Zuckerberg: Decentralization is the future, but there are concerns
Decentralization is the future, but there still lies plenty of challenges to solve before it becomes the standard of the internet. This is according to Facebook founder Mark Zuckerberg. In a recent interview, Zuckerberg addressed several issues regarding the future of the internet as well as Facebook’s ongoing initiatives to better the platform.
Zuckerberg was speaking with Harvard law professor, Jonathan Zittrain, an expert in the intersection of law and technology. This was the first in a series of conversations he pledged to have in his 2019 resolutions. He pledged to fix the interaction between tech and society.
Everyone should have control over their data and who he shares it with. This can be possible with the use of blockchain technology, Zuckerberg stated. One of the main areas of impact would be in authentication.
“One of the things I’ve been thinking about a lot, and use of blockchain that I’m potentially interested in -although I haven’t figured out how to make this work yet – is around authentication and basically granting access to your information to different services. So, replacing the notion of what we have with Facebook Connect with something that’s fully distributed.”
Such a system would be immensely beneficial, more so to developers, Zuckerberg explained. Being a developer himself, he understands the frustration that comes with using services such as Facebook and Google. Such services require developers to adhere to a certain code of conduct, sometimes against their will. If they fail to adhere to this code, they can be cut off from their target clients.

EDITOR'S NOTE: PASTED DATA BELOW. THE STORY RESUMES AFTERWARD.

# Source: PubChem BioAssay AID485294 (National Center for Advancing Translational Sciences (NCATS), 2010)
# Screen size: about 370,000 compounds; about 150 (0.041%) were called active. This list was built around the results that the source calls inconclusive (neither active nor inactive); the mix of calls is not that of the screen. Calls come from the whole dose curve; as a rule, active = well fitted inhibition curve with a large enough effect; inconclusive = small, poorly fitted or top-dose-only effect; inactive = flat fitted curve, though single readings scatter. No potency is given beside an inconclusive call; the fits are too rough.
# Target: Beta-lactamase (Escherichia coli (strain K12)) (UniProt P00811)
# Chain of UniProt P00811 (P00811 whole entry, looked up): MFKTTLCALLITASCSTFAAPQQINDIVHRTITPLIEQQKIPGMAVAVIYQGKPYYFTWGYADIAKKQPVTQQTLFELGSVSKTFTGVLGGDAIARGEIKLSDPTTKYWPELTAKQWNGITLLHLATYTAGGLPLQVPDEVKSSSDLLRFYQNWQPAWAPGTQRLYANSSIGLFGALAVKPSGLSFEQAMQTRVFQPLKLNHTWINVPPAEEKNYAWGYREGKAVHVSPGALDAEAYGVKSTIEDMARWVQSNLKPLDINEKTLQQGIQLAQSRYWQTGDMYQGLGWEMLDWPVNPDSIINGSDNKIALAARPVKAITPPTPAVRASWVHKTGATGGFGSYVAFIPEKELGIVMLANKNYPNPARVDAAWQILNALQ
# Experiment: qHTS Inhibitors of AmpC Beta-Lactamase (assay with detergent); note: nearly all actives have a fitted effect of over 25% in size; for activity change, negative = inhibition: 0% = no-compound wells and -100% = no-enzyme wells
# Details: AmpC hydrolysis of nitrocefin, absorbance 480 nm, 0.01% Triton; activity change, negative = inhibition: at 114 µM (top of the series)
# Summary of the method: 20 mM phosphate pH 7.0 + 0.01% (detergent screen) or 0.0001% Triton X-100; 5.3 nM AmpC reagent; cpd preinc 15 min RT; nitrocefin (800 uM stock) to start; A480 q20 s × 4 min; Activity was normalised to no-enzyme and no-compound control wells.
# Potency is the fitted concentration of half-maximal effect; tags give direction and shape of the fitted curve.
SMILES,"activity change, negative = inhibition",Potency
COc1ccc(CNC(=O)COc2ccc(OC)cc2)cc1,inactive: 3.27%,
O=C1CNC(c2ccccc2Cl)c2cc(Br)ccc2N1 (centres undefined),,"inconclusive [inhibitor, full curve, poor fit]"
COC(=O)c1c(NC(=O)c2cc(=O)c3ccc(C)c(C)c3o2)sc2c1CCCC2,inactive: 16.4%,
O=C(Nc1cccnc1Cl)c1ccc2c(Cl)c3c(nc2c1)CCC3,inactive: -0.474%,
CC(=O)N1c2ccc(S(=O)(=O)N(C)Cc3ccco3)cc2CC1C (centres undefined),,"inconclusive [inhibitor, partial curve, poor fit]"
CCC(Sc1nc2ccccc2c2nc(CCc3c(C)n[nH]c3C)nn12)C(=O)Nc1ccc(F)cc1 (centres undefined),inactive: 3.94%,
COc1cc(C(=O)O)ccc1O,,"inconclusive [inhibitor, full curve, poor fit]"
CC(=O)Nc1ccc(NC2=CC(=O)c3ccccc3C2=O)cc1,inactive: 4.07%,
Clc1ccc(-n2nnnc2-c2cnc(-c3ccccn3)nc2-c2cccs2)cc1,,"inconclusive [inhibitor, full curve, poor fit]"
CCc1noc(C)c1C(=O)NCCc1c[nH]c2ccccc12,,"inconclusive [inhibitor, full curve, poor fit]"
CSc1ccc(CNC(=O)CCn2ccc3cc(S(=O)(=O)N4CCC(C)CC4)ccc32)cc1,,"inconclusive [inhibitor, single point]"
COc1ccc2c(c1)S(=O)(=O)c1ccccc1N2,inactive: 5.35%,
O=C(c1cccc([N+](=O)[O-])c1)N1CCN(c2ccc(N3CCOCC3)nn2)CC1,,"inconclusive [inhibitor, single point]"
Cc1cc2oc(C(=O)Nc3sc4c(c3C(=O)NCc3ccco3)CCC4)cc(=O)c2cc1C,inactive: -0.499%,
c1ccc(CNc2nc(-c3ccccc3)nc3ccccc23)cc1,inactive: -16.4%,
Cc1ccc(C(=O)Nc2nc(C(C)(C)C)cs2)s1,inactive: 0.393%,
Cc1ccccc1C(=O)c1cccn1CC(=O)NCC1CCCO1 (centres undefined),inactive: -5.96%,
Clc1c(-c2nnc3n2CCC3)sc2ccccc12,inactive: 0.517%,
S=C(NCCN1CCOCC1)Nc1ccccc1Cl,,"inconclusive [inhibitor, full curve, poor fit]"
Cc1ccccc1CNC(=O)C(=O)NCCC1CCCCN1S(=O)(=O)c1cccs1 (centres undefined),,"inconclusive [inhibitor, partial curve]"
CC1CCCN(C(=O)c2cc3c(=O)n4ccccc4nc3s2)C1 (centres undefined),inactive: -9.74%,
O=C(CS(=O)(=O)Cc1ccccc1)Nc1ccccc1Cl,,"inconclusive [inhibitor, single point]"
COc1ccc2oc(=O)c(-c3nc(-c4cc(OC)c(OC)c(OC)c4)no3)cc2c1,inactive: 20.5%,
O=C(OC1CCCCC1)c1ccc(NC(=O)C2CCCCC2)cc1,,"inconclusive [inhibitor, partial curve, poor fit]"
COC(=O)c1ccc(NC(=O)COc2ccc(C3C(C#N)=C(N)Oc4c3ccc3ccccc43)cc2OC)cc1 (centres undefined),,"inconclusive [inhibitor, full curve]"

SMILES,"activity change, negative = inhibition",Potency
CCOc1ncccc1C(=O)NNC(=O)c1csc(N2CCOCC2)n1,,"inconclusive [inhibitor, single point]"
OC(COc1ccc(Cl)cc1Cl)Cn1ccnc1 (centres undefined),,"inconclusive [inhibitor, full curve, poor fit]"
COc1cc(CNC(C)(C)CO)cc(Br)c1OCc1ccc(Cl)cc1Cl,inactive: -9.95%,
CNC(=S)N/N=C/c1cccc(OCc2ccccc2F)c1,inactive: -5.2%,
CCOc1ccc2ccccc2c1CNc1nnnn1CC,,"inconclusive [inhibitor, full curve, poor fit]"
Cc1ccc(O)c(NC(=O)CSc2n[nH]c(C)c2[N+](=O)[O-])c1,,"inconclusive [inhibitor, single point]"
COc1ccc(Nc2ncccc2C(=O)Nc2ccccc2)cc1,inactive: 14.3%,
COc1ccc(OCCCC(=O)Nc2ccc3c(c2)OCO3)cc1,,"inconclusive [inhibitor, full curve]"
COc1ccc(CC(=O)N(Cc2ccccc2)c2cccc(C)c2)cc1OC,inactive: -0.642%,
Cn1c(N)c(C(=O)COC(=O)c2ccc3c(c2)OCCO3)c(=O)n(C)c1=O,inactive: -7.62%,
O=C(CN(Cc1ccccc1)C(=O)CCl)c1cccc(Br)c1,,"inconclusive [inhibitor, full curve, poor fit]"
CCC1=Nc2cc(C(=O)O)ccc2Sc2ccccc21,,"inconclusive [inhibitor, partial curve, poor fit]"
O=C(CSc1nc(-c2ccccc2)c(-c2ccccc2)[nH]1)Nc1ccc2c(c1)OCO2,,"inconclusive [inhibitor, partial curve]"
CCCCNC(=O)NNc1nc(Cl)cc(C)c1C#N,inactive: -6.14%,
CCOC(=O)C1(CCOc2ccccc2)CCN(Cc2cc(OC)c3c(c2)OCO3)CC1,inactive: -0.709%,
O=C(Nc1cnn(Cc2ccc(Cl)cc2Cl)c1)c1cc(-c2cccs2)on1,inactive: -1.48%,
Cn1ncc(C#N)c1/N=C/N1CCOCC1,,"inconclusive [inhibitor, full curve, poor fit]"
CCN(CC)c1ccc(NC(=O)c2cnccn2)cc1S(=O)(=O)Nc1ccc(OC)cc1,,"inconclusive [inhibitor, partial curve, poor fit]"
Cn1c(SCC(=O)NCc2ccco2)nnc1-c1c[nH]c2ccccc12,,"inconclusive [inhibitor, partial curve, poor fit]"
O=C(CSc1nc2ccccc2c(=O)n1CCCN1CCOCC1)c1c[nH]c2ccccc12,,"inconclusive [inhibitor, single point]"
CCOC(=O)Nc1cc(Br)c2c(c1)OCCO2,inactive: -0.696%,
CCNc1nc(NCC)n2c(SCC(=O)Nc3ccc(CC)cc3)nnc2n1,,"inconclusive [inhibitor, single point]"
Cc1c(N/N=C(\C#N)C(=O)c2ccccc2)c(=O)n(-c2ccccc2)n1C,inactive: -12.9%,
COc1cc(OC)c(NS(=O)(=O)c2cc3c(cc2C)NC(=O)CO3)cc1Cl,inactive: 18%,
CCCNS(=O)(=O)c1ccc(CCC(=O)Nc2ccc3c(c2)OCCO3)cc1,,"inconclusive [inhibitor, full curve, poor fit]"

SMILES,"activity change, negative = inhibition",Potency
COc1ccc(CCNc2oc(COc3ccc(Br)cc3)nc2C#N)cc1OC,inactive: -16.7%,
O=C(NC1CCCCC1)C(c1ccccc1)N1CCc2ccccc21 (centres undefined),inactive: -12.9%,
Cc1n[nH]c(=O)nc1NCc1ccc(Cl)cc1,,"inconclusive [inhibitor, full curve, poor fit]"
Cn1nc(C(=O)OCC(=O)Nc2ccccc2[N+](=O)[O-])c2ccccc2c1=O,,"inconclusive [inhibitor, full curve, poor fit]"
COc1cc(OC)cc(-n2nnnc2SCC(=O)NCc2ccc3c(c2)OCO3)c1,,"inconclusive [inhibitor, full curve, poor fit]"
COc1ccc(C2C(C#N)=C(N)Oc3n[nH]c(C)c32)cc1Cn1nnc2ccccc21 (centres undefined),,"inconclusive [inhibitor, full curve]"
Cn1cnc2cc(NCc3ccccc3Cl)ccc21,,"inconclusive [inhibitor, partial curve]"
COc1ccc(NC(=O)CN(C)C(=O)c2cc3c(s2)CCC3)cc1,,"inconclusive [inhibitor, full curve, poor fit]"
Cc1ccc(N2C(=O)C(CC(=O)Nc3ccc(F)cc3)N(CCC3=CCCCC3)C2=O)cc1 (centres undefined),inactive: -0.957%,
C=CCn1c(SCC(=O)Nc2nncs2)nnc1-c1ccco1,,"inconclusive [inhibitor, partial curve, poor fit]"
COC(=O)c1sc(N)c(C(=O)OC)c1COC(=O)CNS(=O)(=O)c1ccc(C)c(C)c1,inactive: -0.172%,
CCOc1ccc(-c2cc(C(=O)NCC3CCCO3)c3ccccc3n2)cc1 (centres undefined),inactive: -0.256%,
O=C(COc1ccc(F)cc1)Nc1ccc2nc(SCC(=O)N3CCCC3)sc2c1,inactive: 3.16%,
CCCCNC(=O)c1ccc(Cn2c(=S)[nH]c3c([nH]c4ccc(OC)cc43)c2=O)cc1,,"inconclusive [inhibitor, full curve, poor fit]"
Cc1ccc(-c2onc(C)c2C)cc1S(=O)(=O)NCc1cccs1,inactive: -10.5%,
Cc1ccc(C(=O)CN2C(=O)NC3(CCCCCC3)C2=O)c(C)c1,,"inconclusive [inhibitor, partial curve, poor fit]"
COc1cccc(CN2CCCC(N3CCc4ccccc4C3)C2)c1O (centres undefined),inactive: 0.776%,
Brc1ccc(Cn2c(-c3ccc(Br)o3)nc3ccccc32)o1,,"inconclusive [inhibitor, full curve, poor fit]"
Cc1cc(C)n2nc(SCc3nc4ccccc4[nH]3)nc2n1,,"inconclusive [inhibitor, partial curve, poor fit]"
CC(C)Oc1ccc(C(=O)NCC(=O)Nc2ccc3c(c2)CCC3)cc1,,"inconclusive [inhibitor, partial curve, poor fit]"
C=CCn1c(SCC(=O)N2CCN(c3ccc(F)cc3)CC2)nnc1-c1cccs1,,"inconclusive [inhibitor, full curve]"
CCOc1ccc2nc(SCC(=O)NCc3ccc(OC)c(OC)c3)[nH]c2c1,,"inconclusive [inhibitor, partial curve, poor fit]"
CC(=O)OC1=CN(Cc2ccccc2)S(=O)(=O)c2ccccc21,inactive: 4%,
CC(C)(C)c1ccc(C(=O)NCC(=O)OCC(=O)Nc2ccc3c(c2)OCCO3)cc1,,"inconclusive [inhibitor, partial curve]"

On the flipside, such decentralization would expose the users to exploitation, Zuckerberg warned. As a demonstration, he referred to the Cambridge Analytica case. Facebook users had shared their data on their own consent with Cambridge University. One rogue developer ended up selling the data to the data analysis firm, a violation of Facebook’s terms. The data had then been used for political purposes. Such is the danger that eliminating an intermediary would expose users to.
Zuckerberg also addressed the issue of privacy in communication, an issue that has become quite contentious. Following the Cambridge Analytica scandal, calls for strict regulation regarding privacy of data have become widespread.
According to him, encryption is the way to go. Every day, over 100 billion private messages are transmitted over Facebook’s platforms including Messenger, Whatsapp and Instagram. The firm has continued to protect this data successfully and will continue to do so, Zuckerberg pledged. Currently, all Whatsapp messages are encrypted, while Messenger’s messages are partially encrypted. In the future, all messages will be encrypted to protect user privacy.
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